Idaho Travel Guide

Unassuming, unspoiled and relaxed Idaho is famous for potatoes and Yogi Bear, but the state has many other culinary delights and fascinating attractions to offer. Home to northwest America’s largest theme park as well as the incredible Yellowstone Park, the state also contains some wonderful lava hot springs and is an incredible place to spot bald eagles. With the Rocky Mountains looming alongside wildflower meadows, Idaho is truly a sight to behold.

Capital city Boise boasts botanical gardens, amusement parks and a selection of art galleries and museums, but it is probably its vast wilderness which attracts most visitors. Travel on a replica 1890 puff-belly engine train and view historic sites sitting comfortably alongside modern high rises. Camp romantically beneath the stars or enjoy a luxury spa treatment at one of Idaho’s many natural hot springs.

Idaho is perfect for road trips. Around Coeur d’Alene are pristine mountain lakes, icy blue streams and peaceful fishing spots. For the more adventurous, the state boasts an excellent selection of water sports, including water skiing, jet skiing, white water rafting and parasailing, as well as the more traditional, serene sports of boating and sailing. Hikers and cyclists will enjoy the incredible trails and abundance of wildlife, which also offer perfect opportunities for wildlife photography.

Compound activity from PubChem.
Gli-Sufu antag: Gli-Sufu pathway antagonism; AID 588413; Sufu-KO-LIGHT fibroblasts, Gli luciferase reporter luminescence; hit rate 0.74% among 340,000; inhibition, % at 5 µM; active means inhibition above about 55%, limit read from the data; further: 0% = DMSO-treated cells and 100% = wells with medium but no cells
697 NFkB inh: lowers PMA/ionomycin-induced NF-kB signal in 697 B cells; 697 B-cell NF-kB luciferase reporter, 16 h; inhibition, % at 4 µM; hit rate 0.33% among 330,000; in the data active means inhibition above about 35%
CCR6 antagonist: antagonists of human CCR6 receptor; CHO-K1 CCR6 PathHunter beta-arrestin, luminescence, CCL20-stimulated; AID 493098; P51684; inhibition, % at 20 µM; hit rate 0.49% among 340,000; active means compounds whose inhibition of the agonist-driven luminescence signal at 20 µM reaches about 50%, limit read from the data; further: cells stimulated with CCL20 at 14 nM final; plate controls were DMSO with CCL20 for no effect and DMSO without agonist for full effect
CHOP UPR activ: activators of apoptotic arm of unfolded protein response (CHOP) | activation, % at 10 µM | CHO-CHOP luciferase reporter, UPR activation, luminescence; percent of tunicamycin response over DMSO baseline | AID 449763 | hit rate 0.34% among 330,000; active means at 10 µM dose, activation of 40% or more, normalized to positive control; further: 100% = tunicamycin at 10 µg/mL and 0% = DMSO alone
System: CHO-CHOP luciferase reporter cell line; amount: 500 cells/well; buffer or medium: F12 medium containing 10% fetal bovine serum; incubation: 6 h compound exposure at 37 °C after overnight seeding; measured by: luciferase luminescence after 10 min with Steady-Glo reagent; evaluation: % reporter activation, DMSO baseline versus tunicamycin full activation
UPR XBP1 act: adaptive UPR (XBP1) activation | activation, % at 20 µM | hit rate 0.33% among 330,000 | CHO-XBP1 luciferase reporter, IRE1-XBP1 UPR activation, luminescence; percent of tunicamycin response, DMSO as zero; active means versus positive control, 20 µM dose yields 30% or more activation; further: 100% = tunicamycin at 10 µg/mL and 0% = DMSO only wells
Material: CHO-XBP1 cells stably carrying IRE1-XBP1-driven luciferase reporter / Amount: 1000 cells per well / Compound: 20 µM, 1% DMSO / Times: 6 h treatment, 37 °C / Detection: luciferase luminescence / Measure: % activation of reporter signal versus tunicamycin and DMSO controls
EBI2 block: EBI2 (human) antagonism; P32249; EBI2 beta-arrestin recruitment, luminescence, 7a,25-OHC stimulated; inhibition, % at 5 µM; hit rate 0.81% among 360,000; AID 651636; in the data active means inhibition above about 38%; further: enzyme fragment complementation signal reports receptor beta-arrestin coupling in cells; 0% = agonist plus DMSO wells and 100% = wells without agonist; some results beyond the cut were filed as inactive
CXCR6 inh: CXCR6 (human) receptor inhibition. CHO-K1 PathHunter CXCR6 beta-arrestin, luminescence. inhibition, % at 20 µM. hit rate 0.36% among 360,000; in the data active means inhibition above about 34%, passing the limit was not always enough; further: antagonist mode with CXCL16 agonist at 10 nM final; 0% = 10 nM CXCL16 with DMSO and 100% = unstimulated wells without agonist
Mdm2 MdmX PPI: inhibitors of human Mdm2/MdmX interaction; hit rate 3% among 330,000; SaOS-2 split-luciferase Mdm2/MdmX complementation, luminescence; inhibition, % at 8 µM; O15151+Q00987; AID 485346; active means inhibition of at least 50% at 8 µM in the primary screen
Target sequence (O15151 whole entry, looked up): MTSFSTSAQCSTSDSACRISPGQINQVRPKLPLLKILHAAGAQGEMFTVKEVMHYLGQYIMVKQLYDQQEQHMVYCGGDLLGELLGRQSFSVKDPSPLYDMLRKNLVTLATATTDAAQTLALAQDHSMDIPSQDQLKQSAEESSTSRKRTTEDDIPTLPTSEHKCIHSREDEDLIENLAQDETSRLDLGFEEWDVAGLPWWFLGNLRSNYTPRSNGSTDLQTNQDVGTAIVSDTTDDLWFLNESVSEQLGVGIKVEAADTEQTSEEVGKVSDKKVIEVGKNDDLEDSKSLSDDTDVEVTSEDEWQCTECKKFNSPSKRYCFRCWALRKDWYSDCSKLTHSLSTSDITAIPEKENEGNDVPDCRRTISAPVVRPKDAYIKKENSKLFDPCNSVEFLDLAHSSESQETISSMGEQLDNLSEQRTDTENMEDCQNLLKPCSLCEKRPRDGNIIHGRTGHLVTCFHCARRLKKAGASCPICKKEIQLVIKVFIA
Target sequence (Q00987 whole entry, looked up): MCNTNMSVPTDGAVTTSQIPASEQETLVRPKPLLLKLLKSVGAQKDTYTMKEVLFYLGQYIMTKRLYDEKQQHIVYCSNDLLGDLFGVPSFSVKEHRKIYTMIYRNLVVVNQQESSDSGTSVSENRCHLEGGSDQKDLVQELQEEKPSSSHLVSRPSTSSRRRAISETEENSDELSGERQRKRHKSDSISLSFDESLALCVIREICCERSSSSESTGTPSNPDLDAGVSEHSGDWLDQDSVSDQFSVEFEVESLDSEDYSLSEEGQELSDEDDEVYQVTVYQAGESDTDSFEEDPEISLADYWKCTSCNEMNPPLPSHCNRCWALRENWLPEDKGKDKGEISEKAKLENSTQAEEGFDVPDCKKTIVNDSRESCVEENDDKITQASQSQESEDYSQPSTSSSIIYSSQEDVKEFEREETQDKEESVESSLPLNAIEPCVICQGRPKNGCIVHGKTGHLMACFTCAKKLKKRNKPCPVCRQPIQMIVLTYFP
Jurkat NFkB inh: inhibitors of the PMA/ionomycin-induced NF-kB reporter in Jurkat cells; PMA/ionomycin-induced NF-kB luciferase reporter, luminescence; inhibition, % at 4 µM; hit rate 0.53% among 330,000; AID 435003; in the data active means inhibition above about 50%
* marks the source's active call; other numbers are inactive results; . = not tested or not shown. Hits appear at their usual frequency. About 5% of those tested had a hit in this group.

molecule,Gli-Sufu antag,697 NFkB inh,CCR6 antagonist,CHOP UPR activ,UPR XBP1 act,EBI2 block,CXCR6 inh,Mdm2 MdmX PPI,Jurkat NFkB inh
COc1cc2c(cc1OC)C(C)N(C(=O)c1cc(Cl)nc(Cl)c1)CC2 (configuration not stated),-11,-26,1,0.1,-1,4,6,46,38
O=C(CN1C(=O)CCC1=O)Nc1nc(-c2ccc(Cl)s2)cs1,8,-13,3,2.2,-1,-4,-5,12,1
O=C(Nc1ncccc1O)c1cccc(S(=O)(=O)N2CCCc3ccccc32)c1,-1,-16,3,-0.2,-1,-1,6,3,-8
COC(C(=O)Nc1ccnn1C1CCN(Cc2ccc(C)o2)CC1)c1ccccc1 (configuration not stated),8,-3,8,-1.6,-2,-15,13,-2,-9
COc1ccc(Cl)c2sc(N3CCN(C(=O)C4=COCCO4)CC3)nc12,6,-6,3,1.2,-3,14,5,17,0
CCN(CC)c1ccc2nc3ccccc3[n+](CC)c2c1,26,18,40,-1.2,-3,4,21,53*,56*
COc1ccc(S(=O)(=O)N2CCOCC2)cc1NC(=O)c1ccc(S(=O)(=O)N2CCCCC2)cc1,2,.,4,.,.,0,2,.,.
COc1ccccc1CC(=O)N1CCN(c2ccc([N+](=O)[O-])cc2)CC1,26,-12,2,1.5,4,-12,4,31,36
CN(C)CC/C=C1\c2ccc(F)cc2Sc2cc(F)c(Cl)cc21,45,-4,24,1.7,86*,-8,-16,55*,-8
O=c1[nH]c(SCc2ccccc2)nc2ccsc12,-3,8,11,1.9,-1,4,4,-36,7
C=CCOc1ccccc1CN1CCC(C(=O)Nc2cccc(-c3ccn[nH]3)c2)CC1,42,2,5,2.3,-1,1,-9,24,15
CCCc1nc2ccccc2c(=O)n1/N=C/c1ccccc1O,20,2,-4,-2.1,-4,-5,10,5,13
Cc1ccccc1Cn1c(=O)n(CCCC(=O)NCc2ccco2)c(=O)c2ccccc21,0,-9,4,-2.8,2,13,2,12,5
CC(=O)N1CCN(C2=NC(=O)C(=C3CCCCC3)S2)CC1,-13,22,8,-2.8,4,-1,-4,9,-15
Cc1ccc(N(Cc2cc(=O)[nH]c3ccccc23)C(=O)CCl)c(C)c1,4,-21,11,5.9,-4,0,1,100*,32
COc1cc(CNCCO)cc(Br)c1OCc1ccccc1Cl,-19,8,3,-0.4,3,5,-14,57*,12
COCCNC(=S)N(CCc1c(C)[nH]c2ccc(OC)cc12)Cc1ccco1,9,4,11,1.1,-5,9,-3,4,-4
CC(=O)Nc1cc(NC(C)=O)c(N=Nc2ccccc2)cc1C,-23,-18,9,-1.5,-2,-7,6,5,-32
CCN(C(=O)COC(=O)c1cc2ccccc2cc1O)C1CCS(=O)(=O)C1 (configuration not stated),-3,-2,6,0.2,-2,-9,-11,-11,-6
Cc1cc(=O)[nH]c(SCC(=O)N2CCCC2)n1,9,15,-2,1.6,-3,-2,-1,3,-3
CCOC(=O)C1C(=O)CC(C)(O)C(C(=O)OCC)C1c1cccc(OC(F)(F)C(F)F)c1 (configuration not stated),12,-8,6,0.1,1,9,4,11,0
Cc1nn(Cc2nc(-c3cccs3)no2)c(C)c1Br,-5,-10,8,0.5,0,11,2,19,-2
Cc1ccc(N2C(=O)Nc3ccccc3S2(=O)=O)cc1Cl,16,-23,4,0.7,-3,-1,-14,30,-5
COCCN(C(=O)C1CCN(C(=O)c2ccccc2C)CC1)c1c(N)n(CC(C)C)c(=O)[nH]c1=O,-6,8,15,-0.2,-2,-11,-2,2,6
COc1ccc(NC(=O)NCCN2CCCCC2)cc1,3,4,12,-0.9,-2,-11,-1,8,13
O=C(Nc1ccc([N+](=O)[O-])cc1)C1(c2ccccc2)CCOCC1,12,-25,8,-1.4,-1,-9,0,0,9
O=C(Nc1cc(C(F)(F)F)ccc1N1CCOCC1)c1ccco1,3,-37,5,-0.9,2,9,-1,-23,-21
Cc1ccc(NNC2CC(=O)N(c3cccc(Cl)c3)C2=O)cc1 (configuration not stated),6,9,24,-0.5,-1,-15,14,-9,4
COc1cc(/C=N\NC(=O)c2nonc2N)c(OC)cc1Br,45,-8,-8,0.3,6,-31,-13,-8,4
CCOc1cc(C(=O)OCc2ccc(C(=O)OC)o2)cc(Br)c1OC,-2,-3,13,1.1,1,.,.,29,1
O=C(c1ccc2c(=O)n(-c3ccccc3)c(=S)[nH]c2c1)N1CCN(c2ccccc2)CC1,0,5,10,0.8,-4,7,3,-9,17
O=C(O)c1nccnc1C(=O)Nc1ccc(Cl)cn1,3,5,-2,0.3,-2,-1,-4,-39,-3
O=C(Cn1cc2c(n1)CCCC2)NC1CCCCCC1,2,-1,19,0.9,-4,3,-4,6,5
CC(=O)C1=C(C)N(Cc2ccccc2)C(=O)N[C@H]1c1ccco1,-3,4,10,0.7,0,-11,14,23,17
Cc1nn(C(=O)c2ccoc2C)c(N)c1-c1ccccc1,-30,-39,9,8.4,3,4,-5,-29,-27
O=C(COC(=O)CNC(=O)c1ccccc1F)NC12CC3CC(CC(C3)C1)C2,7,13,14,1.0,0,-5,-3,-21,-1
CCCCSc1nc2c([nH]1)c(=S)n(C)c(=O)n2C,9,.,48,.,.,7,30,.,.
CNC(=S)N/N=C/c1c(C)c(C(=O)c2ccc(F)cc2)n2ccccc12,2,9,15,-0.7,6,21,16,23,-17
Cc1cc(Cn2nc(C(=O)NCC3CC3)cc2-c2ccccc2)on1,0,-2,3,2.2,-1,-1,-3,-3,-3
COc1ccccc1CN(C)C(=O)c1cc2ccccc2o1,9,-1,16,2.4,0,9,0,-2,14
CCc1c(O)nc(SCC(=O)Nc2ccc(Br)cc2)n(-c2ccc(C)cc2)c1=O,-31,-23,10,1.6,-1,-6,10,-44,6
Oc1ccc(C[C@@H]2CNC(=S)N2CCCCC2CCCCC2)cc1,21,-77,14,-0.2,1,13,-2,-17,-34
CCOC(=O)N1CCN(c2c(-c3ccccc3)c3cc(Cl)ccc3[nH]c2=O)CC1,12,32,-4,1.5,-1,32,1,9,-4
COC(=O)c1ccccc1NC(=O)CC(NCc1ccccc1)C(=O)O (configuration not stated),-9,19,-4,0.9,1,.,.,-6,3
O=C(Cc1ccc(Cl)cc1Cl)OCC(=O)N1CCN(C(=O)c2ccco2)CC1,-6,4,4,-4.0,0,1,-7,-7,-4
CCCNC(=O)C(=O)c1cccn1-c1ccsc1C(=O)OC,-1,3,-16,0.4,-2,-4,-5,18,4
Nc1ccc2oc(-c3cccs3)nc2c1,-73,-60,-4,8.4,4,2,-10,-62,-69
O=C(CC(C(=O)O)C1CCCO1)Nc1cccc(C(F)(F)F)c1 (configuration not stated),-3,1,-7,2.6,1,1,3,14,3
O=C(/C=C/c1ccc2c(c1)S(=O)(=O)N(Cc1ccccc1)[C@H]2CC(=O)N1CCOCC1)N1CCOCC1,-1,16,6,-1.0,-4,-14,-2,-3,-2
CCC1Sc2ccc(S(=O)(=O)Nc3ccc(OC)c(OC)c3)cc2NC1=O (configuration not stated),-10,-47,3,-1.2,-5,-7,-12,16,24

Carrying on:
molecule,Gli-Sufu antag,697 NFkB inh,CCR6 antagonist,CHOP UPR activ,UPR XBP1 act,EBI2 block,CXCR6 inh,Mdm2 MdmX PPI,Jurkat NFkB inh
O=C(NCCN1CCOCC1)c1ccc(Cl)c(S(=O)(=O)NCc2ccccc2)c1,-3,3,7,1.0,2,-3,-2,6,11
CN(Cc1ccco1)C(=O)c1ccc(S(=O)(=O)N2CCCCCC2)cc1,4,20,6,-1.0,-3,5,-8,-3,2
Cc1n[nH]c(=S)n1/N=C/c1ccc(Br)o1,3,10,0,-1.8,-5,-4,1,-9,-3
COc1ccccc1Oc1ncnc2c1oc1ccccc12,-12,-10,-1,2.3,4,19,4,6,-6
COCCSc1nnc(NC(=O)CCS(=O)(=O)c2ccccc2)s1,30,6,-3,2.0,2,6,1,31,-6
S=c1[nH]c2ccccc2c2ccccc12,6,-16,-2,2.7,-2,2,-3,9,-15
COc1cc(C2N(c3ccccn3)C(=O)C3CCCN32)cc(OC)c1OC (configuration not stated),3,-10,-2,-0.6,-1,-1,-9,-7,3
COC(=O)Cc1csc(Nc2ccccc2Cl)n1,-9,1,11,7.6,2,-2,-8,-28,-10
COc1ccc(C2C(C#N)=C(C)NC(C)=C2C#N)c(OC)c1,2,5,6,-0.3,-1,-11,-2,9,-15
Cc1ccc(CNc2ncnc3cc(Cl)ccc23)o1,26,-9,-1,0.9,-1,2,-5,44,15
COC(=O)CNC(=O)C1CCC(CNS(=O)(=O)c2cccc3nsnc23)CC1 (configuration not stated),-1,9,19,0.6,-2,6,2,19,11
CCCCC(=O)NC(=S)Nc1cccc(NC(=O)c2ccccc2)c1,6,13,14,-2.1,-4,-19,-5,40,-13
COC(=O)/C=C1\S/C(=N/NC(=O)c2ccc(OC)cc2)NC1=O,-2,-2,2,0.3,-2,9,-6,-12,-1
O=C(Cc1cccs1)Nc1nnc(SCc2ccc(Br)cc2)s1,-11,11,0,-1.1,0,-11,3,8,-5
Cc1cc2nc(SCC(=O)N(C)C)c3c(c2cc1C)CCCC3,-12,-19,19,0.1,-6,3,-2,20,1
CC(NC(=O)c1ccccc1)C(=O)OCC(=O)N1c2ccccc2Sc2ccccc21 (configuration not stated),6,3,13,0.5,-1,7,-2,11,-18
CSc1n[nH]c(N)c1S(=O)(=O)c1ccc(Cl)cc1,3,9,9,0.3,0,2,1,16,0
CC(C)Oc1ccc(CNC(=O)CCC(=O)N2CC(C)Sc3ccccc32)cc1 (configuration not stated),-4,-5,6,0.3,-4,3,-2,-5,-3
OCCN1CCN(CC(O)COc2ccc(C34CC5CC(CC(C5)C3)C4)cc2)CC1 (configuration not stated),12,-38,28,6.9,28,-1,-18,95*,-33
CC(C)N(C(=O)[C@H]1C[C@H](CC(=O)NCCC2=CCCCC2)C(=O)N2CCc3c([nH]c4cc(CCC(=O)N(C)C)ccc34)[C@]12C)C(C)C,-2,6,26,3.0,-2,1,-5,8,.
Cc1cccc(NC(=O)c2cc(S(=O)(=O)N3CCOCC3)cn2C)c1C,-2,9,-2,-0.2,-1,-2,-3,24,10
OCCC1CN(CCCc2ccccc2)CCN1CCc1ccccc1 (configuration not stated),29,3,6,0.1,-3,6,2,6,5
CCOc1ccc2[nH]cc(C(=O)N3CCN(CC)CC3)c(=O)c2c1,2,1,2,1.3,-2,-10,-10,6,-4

America’s deepest gorge, deeper even than the Grand Canyon, is Hell’s Canyon. The beautiful Hell’s Canyon National Recreation Area is a popular excursion for picnickers, swimmers, rafters and anglers. Space fiends will love Idaho’s eerie Craters of the Moon National Monument. Visitors can drive through this bizarre place where the country’s first astronauts were trained.

Idaho’s stunning ski resorts come to life in the winter months. The vast Sun Valley Resort offers excitement for skiers of all levels and is a great attraction for America’s rich and famous. Cross country skiing can also be enjoyed amid incredible views.

For a taste of history, visit the Oregon Trail or the California Trail, where the remnants of the country’s pioneer trails, complete with wagon trails, can still be seen. Or you could try panning for gold or other precious metals in Idaho’s Silver Valley.